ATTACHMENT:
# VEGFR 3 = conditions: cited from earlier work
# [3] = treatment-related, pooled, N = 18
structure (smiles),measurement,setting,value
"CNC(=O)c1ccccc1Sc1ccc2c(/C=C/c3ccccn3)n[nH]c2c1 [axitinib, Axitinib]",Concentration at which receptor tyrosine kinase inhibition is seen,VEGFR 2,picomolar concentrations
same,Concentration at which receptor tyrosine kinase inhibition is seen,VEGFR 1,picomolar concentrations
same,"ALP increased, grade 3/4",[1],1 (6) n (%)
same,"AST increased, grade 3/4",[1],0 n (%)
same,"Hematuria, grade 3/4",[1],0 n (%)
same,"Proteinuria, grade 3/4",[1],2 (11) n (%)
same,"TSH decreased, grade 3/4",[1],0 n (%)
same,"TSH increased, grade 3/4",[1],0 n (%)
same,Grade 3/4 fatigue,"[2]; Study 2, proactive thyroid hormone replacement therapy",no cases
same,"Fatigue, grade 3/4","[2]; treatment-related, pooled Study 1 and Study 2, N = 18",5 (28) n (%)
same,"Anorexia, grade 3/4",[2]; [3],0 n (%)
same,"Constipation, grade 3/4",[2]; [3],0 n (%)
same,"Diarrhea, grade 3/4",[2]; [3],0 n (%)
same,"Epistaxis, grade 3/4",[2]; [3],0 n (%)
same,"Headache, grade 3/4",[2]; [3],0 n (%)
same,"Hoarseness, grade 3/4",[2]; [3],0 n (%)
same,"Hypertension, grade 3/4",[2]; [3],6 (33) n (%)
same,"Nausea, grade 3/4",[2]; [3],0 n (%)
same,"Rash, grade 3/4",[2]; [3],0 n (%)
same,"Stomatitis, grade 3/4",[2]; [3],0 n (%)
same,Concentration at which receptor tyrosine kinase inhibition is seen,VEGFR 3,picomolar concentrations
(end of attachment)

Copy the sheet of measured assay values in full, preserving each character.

# VEGFR 3 = conditions: cited from earlier work
# [3] = treatment-related, pooled, N = 18
structure (smiles),measurement,setting,value
"CNC(=O)c1ccccc1Sc1ccc2c(/C=C/c3ccccn3)n[nH]c2c1 [axitinib, Axitinib]",Concentration at which receptor tyrosine kinase inhibition is seen,VEGFR 2,picomolar concentrations
same,Concentration at which receptor tyrosine kinase inhibition is seen,VEGFR 1,picomolar concentrations
same,"ALP increased, grade 3/4",[1],1 (6) n (%)
same,"AST increased, grade 3/4",[1],0 n (%)
same,"Hematuria, grade 3/4",[1],0 n (%)
same,"Proteinuria, grade 3/4",[1],2 (11) n (%)
same,"TSH decreased, grade 3/4",[1],0 n (%)
same,"TSH increased, grade 3/4",[1],0 n (%)
same,Grade 3/4 fatigue,"[2]; Study 2, proactive thyroid hormone replacement therapy",no cases
same,"Fatigue, grade 3/4","[2]; treatment-related, pooled Study 1 and Study 2, N = 18",5 (28) n (%)
same,"Anorexia, grade 3/4",[2]; [3],0 n (%)
same,"Constipation, grade 3/4",[2]; [3],0 n (%)
same,"Diarrhea, grade 3/4",[2]; [3],0 n (%)
same,"Epistaxis, grade 3/4",[2]; [3],0 n (%)
same,"Headache, grade 3/4",[2]; [3],0 n (%)
same,"Hoarseness, grade 3/4",[2]; [3],0 n (%)
same,"Hypertension, grade 3/4",[2]; [3],6 (33) n (%)
same,"Nausea, grade 3/4",[2]; [3],0 n (%)
same,"Rash, grade 3/4",[2]; [3],0 n (%)
same,"Stomatitis, grade 3/4",[2]; [3],0 n (%)
same,Concentration at which receptor tyrosine kinase inhibition is seen,VEGFR 3,picomolar concentrations